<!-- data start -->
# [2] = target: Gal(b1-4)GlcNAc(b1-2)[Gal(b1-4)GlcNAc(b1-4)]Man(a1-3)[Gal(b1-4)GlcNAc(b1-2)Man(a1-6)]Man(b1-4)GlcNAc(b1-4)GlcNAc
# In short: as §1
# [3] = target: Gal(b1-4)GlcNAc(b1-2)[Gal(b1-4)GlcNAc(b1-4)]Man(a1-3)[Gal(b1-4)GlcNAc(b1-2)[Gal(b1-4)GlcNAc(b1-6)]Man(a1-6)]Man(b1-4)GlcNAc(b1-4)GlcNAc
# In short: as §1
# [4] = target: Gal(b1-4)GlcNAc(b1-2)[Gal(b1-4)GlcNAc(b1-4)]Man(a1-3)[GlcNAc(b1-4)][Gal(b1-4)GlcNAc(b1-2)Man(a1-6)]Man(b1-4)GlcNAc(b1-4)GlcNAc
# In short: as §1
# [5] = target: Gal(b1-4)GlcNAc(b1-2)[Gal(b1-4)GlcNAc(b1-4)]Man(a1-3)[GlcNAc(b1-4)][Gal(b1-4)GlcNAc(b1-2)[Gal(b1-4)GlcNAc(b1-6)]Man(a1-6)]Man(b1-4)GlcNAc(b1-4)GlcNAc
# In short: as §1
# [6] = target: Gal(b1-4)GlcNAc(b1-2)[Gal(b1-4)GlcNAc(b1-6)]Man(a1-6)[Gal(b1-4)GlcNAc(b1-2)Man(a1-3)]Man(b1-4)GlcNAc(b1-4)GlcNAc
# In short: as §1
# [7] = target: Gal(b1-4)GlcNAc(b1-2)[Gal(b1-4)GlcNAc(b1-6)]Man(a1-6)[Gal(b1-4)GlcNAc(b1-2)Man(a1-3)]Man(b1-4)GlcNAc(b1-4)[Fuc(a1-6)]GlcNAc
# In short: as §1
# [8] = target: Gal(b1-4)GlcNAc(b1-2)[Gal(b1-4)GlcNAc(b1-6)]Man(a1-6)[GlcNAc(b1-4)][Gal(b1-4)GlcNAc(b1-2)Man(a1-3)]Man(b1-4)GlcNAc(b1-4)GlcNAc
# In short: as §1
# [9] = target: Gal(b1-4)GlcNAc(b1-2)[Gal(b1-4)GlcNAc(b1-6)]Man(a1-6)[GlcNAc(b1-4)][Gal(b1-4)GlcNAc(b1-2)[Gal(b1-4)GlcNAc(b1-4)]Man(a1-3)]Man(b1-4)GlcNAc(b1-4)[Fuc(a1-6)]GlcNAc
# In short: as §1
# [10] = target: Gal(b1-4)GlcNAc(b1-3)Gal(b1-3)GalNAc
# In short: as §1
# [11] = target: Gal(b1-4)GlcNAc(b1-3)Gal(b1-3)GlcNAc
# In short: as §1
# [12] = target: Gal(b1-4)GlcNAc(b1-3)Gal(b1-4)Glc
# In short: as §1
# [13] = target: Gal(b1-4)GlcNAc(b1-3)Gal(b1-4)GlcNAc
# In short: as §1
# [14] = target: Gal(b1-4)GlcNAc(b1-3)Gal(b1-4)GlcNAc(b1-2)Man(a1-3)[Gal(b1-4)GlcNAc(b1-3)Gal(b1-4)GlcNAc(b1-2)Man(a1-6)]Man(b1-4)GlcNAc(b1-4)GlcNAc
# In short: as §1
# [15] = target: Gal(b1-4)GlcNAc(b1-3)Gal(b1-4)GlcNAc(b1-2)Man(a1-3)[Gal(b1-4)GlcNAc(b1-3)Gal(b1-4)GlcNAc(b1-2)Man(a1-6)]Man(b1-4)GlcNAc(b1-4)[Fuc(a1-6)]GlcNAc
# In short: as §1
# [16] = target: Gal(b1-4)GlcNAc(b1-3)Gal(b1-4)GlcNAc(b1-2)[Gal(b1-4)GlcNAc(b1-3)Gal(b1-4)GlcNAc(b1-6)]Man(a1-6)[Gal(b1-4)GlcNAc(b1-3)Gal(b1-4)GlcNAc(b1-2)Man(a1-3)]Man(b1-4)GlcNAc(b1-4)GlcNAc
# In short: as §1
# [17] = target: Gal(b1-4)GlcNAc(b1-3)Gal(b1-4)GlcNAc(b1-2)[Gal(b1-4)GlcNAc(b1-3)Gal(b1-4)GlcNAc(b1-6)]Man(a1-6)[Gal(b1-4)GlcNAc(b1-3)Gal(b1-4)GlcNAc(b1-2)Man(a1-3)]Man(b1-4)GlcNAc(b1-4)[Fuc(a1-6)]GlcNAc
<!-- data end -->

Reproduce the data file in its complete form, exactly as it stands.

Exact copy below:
# [2] = target: Gal(b1-4)GlcNAc(b1-2)[Gal(b1-4)GlcNAc(b1-4)]Man(a1-3)[Gal(b1-4)GlcNAc(b1-2)Man(a1-6)]Man(b1-4)GlcNAc(b1-4)GlcNAc
# In short: as §1
# [3] = target: Gal(b1-4)GlcNAc(b1-2)[Gal(b1-4)GlcNAc(b1-4)]Man(a1-3)[Gal(b1-4)GlcNAc(b1-2)[Gal(b1-4)GlcNAc(b1-6)]Man(a1-6)]Man(b1-4)GlcNAc(b1-4)GlcNAc
# In short: as §1
# [4] = target: Gal(b1-4)GlcNAc(b1-2)[Gal(b1-4)GlcNAc(b1-4)]Man(a1-3)[GlcNAc(b1-4)][Gal(b1-4)GlcNAc(b1-2)Man(a1-6)]Man(b1-4)GlcNAc(b1-4)GlcNAc
# In short: as §1
# [5] = target: Gal(b1-4)GlcNAc(b1-2)[Gal(b1-4)GlcNAc(b1-4)]Man(a1-3)[GlcNAc(b1-4)][Gal(b1-4)GlcNAc(b1-2)[Gal(b1-4)GlcNAc(b1-6)]Man(a1-6)]Man(b1-4)GlcNAc(b1-4)GlcNAc
# In short: as §1
# [6] = target: Gal(b1-4)GlcNAc(b1-2)[Gal(b1-4)GlcNAc(b1-6)]Man(a1-6)[Gal(b1-4)GlcNAc(b1-2)Man(a1-3)]Man(b1-4)GlcNAc(b1-4)GlcNAc
# In short: as §1
# [7] = target: Gal(b1-4)GlcNAc(b1-2)[Gal(b1-4)GlcNAc(b1-6)]Man(a1-6)[Gal(b1-4)GlcNAc(b1-2)Man(a1-3)]Man(b1-4)GlcNAc(b1-4)[Fuc(a1-6)]GlcNAc
# In short: as §1
# [8] = target: Gal(b1-4)GlcNAc(b1-2)[Gal(b1-4)GlcNAc(b1-6)]Man(a1-6)[GlcNAc(b1-4)][Gal(b1-4)GlcNAc(b1-2)Man(a1-3)]Man(b1-4)GlcNAc(b1-4)GlcNAc
# In short: as §1
# [9] = target: Gal(b1-4)GlcNAc(b1-2)[Gal(b1-4)GlcNAc(b1-6)]Man(a1-6)[GlcNAc(b1-4)][Gal(b1-4)GlcNAc(b1-2)[Gal(b1-4)GlcNAc(b1-4)]Man(a1-3)]Man(b1-4)GlcNAc(b1-4)[Fuc(a1-6)]GlcNAc
# In short: as §1
# [10] = target: Gal(b1-4)GlcNAc(b1-3)Gal(b1-3)GalNAc
# In short: as §1
# [11] = target: Gal(b1-4)GlcNAc(b1-3)Gal(b1-3)GlcNAc
# In short: as §1
# [12] = target: Gal(b1-4)GlcNAc(b1-3)Gal(b1-4)Glc
# In short: as §1
# [13] = target: Gal(b1-4)GlcNAc(b1-3)Gal(b1-4)GlcNAc
# In short: as §1
# [14] = target: Gal(b1-4)GlcNAc(b1-3)Gal(b1-4)GlcNAc(b1-2)Man(a1-3)[Gal(b1-4)GlcNAc(b1-3)Gal(b1-4)GlcNAc(b1-2)Man(a1-6)]Man(b1-4)GlcNAc(b1-4)GlcNAc
# In short: as §1
# [15] = target: Gal(b1-4)GlcNAc(b1-3)Gal(b1-4)GlcNAc(b1-2)Man(a1-3)[Gal(b1-4)GlcNAc(b1-3)Gal(b1-4)GlcNAc(b1-2)Man(a1-6)]Man(b1-4)GlcNAc(b1-4)[Fuc(a1-6)]GlcNAc
# In short: as §1
# [16] = target: Gal(b1-4)GlcNAc(b1-3)Gal(b1-4)GlcNAc(b1-2)[Gal(b1-4)GlcNAc(b1-3)Gal(b1-4)GlcNAc(b1-6)]Man(a1-6)[Gal(b1-4)GlcNAc(b1-3)Gal(b1-4)GlcNAc(b1-2)Man(a1-3)]Man(b1-4)GlcNAc(b1-4)GlcNAc
# In short: as §1
# [17] = target: Gal(b1-4)GlcNAc(b1-3)Gal(b1-4)GlcNAc(b1-2)[Gal(b1-4)GlcNAc(b1-3)Gal(b1-4)GlcNAc(b1-6)]Man(a1-6)[Gal(b1-4)GlcNAc(b1-3)Gal(b1-4)GlcNAc(b1-2)Man(a1-3)]Man(b1-4)GlcNAc(b1-4)[Fuc(a1-6)]GlcNAc